Planting subsidies announced to shore up wood supply – News from the region

Subsidies are available for the establishment of timber plantations.

Cowper FEDERAL member Pat Conaghan announced that Cowper is eligible for more than $86 million in grants over five years to support the establishment of new plantations to secure future wood supply.

He said the Federal Government would seek to partner with the New South Wales Government to provide grants, in line with the National Forest Industries Plan.

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Mr Conaghan said the forestry sector was a huge employer in the region and the growth of the plantation estate would ensure this continued into the future.

“This program is about planting more trees and ensuring that Cowper’s forest industries have a long-term future,” he said.

He predicted that the subsidies would create jobs during the planting phase and in 25 or 30 years, when the wood is harvested and transformed into building products.

Mr Conaghan said: “We have worked hand-in-hand with industry to address the immediate and long-term challenges facing this sector, and we will continue to support them every step of the way.”

The program will provide matching grants (50/50) to foresters to fund the costs of establishing new plantations, in participating states and territories.

The Australian Government will fund 40% of the government contribution to the grant program in each state or territory, and the participating state or territory will be required to fund 60% of the government contribution.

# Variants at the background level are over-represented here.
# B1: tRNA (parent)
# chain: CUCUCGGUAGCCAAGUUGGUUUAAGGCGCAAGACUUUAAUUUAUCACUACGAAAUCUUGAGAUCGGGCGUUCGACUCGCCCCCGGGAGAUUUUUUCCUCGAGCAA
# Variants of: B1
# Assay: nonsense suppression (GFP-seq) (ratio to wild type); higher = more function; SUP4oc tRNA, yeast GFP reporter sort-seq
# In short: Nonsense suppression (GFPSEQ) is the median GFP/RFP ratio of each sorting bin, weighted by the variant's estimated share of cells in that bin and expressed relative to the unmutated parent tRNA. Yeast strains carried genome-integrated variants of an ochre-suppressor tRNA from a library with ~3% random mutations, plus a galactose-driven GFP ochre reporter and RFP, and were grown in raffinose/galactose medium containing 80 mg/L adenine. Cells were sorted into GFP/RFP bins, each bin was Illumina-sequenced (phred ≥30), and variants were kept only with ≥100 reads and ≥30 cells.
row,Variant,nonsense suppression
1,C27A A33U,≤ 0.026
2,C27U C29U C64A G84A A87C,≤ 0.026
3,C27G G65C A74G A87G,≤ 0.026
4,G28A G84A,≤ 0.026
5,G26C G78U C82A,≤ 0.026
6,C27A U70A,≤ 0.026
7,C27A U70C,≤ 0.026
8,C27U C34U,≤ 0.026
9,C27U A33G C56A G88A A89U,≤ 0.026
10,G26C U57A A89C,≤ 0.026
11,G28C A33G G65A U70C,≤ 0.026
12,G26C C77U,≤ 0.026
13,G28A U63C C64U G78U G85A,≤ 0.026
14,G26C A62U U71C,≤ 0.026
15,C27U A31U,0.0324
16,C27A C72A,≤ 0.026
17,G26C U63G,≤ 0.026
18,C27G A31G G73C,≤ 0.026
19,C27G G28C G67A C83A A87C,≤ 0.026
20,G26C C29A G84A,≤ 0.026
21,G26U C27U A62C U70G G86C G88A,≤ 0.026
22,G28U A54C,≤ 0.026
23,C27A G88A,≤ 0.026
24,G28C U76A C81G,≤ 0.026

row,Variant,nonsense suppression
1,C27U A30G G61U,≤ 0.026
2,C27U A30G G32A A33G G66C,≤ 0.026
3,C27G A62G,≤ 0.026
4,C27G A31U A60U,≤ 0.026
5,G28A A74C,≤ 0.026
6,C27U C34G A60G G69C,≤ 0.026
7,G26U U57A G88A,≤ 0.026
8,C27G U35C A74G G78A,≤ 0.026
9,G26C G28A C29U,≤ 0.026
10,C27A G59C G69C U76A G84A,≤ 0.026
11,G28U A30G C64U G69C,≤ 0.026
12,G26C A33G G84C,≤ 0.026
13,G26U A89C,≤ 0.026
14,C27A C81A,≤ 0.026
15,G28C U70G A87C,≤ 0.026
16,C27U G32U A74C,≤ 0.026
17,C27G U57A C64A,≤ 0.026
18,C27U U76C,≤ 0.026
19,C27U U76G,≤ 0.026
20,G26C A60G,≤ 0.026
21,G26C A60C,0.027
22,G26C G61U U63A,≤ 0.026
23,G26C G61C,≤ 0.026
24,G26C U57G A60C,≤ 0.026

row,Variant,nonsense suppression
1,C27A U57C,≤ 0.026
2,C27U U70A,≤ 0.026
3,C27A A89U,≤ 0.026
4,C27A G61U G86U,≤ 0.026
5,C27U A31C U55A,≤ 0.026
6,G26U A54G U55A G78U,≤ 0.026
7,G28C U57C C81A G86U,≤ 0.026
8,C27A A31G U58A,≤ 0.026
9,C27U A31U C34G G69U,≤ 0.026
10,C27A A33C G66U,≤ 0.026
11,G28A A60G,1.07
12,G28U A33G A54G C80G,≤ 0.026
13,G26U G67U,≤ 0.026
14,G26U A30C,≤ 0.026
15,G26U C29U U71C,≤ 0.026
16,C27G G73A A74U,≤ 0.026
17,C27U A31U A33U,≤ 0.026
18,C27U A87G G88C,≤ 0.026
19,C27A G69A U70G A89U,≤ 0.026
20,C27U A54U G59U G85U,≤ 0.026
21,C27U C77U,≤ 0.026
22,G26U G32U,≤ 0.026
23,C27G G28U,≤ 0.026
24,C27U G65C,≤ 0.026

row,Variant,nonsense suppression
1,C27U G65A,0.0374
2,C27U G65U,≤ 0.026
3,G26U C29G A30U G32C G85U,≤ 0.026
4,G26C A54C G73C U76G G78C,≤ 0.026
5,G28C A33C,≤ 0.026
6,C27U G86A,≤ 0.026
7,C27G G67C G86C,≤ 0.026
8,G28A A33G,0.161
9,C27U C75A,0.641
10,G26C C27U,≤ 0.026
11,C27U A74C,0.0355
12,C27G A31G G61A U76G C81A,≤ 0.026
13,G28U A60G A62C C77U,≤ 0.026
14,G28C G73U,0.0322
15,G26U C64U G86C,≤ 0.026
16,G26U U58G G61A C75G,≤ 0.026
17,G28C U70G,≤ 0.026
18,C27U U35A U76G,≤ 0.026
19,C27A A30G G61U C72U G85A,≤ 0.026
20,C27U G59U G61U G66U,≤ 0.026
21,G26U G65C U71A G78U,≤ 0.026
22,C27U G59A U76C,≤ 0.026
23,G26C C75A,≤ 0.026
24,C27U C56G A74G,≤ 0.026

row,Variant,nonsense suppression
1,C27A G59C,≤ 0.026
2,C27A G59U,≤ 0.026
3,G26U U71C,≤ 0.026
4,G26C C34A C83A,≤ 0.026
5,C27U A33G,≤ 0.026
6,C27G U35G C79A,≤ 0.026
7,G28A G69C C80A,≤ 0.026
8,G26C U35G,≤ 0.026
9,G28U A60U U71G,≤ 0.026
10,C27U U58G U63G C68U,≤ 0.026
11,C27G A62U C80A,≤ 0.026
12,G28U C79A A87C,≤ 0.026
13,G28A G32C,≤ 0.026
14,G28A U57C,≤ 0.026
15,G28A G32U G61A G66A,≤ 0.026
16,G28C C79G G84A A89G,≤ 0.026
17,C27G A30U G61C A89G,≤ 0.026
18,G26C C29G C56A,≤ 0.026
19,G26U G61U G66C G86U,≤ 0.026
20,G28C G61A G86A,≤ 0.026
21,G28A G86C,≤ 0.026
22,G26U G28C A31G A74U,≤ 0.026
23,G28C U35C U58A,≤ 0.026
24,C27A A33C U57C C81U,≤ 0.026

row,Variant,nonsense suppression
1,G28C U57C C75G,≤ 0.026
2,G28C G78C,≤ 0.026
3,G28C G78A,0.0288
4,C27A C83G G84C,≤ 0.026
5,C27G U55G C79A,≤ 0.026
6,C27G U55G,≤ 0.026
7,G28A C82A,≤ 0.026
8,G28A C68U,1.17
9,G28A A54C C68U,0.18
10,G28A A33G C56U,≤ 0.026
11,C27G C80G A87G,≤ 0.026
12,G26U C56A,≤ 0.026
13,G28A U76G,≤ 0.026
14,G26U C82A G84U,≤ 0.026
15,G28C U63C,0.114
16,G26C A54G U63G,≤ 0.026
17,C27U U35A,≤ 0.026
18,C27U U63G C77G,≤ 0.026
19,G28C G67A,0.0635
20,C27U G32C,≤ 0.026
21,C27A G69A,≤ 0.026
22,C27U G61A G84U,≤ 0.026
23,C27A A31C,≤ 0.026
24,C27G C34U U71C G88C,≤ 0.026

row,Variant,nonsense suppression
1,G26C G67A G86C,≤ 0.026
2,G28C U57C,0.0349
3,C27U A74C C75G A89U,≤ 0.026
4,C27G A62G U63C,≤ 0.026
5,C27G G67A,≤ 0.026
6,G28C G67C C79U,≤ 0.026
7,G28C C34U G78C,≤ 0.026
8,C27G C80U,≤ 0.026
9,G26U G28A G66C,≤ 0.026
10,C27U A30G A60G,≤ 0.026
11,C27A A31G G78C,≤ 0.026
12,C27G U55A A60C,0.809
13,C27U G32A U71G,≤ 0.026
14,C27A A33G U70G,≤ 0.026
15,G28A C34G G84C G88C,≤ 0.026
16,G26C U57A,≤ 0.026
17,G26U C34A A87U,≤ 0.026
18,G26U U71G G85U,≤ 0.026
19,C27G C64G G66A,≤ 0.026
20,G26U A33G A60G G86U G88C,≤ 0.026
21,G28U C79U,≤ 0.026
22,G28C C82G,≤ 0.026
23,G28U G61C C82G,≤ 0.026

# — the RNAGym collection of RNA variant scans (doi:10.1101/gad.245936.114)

Dr. Tim Cadman, a Griffith University ecologist, isn’t as enthusiastic about the grants.

“Currently, NSW Forestry is already clearing significant areas of native forest for the establishment of plantations, including koala habitat, old growth and rainforest.

“Based on the logging industry’s track record, this funding will be a driver of deforestation.”

Dr Cadman said: “Unless both governments include provisions in the funding package to prevent this from happening, the public can expect another round of land clearing and habitat destruction. “

The Coffs Harbor Greens agree with Dr Cadman.

They do not reject the proposal but are skeptical.

According to their secretary, Timothy Nott, there are fears that this plan will not be a good use of public money and will fail to generate secure jobs as promised by nationals because the money will be spread across Australia, perhaps leaving Cowper with a fraction of the $86 million.

Mr Nott cites calculations by NSW MLC David Shoebridge, which say logging of Cowper’s native forests yielded a return of $28 per hectare, compared to $225 in the 2016/17 financial year and that the number of jobs in the forestry sector are declining because of the cost. cutting and mechanization.

He said: “We could maximize the demand for personnel by investing in growth industries such as ecotourism, regenerative agriculture, coastal restoration, manufacturing and the electric revolution.

“We need to promote Cowper’s natural competitive advantage and create viable, secure, long-term jobs that also have social license.

“The Greens welcome the idea of ​​planting native trees, protecting biodiversity and creating jobs on the NSW North Coast.

“We strongly support the regeneration and repair of waterways and forests creating large-scale jobs, such as the Great Koala National Park.”

For more information on the program visit: www.awe.gov.au/agriculture-land/forestry.

By Andrew Vivian

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